In this Tips & Tricks tutorial for Forest Pack we look at the many options for scattering objects on uneven terrain. It's not often the case that we place scattered objects on a truly planar surface, instead in many scenes we have banks, mounds, hills, and even vertiginous mountains. Forest Pack not only allows you to place geometry on non-planar surface with a minimum of effort, but also gives you a high level of control, with the ability to control the density and scale of the scattered objects based on the altitude and slope angle of the terrain.
By completing this tutorial you will be able to:
The exercise files for this tutorial includes the following .max scenes compatible with Max 2011 and V-Ray.
Before looking at an example, we'll take a look at the surface controls in more detail.
To start a new Forest Pack object using a surface simply click on Forest Pack from the Create Panel and pick a surface from the scene. To edit or update surface settings, add and manage multiple surfaces, and add surfaces to an existing Forest Pack object open the Surface rollout.
At the top of the rollout is the Surface list, this allow you to add extra surfaces by clicking on the button or to add multiple surfaces. If you change a surface and wish to update Forest Pack simply click , if you would Forest to update automatically or if the surface is animated and you need the scattered objects to follow the geometry then turn on Auto.
Surfaces can be used in two modes. The default is XY which projects objects along their Z axis until they meet the surface geometry, this is ideal for landscapes without steep inclines.
XY mode uses the surface's face normals direction to place objects so if a surface doesn't appear to be working, try inverting the normals to check that they are facing in the correct direction. This can often be a problem with surfaces imported from other applications
For steep inclines or geometry with slopes greater than 90 degrees from the XY Plane, UV mode uses the mapping coordinates of the surface to distribute the objects. In this tutorial we are going to focus on the XY mode, we'll explore UV modes in more detail in a future tips and tricks instalment.
Left: XY mode on sphere | Right: UV mode on sphere
The direction slider allows you to align the segments in relation to the surface's face normals. At 0% the scattered objects follow the surface normal, at 100% they always face upward and at -100% they face down.
When using XY mode, if surfaces are placed one above another there are some differences in the way scattered objects are placed dependent on if the surfaces have been combined into a single mesh object or whether they have been added individually to the Surface list. If surfaces are added separately (stacked) then each surface will receive scattered objects, neither surface will affect the other. If however the surfaces have been combined in a single edit poly object, only the the highest polygons will receive scattered objects, faces below are masked.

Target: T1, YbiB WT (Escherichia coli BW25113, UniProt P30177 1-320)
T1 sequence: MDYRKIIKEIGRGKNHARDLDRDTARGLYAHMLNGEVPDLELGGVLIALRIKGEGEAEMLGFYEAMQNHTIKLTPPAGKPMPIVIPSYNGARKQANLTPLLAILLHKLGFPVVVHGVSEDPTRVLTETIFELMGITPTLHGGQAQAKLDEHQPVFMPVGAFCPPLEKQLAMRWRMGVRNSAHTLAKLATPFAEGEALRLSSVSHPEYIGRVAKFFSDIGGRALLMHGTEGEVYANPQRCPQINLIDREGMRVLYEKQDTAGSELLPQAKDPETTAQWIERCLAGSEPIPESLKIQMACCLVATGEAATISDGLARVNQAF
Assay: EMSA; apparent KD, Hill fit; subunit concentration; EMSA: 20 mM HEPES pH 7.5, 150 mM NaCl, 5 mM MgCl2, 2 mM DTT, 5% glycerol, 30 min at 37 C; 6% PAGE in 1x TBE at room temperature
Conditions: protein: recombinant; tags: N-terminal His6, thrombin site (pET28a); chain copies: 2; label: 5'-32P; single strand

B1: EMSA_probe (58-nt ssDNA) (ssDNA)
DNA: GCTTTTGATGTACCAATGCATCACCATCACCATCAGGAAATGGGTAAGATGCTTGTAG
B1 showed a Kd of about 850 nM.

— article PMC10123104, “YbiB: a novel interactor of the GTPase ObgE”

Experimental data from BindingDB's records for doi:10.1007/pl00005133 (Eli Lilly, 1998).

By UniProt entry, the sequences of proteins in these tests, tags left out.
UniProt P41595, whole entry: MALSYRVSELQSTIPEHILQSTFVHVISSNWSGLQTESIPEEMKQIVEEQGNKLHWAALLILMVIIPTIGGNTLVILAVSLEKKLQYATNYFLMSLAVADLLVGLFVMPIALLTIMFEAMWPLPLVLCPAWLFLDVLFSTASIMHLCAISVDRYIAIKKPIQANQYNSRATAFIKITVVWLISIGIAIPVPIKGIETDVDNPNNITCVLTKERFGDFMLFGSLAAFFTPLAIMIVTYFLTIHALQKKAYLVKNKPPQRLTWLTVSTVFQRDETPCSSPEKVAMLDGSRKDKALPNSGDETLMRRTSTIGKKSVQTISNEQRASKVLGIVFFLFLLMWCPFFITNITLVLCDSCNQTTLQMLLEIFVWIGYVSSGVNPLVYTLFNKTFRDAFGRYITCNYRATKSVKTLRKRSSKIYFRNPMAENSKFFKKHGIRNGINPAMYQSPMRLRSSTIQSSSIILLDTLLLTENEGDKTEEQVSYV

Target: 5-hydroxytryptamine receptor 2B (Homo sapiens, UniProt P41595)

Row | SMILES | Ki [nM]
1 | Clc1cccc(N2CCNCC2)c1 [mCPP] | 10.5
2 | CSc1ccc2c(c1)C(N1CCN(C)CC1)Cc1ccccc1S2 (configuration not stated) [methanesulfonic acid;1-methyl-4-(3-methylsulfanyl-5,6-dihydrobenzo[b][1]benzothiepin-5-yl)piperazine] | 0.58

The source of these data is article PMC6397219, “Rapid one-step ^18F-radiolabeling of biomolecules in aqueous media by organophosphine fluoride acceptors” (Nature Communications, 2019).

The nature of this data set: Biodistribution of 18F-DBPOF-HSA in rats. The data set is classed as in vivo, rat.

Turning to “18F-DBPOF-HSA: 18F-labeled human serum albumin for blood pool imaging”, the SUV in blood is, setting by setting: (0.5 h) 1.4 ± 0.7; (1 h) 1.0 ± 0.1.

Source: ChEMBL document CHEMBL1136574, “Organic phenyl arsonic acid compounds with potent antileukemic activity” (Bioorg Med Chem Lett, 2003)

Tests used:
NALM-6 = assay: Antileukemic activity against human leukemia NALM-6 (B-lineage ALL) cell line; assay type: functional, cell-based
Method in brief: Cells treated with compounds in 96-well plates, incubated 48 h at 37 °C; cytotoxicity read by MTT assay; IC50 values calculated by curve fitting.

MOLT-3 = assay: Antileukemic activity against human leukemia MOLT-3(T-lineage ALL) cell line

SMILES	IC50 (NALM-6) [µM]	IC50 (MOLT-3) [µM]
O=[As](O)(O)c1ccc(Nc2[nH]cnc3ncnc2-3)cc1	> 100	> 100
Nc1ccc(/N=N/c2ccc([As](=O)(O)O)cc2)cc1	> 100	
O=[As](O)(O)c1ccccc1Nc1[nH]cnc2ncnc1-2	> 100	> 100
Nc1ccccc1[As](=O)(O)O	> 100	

Left: Planes added individually to the surface list | Right: planes combined into a single editable poly object
When Altitude Range Limit is on, scattered objects will only appear within the height range defined by the Top and Bottom values. If you don't want a sharply defined boundary or if you want to create layers or other effects, then a falloff curve gives you precise control of the density of scattered objects across this range. The rate and extent of the falloff effect is defined by the curve editor where the X axis plots the altitude range between the Top and Bottom values.
The scale falloff curve works in a similar way, allowing you to control the scale of scattered objects over the altitude range. You could for example reduce the size of the trees at higher altitudes where in reality oxygen may be thinner.
Activating slope range allows you to use the angle of the surface to limit the distribution of scattered objects. The Min and Max values define the angle, measured in degrees, where 0 is fully horizontal and 90 is completely vertical. As with altitude range, you are able to use falloff curves to precisely control the density and size of scattered objects based on the angle of the underlying surface.
That's the theory, let's put some of these features to use on a simple scene.
When first selecting the terrain you may get a warning that Maximum Density has been reached.
This is because the number of trees being created has exceeded the maximum number specified by the Max Density value found in the distribution map rollout. In this example we will be limiting the trees to within the camera frustum so the number of scattered trees will soon be substantially reduced. You can safely click Do not show this message again and then OK. If necessary you can also increase the Max Density value.
Next we'll use similar techniques to add some boulders on the shoreline
Finally, lets combine surfaces with spline painting layers and falloff to quickly add some grass the the shore near the camera.
Using these techniques gives you a high level of control over the distribution of objects on surfaces. Though this example focused on trees in a landscape the same principles can easily be applied for myriad other less obvious uses. For example you may wish to use forest to distribute leaves on climbing vines, controlling leaf age and density based on height, or place beads of condensation on a glass using falloff to control their size and density as they move away from the cool liquid within.
Stay tuned for future Forest Pack tutorials, meanwhile for more information about many aspects of Forest Pack's features please see our reference section or visit the tutorials page for more Tips and Tricks videos as well as in-depth tutorials.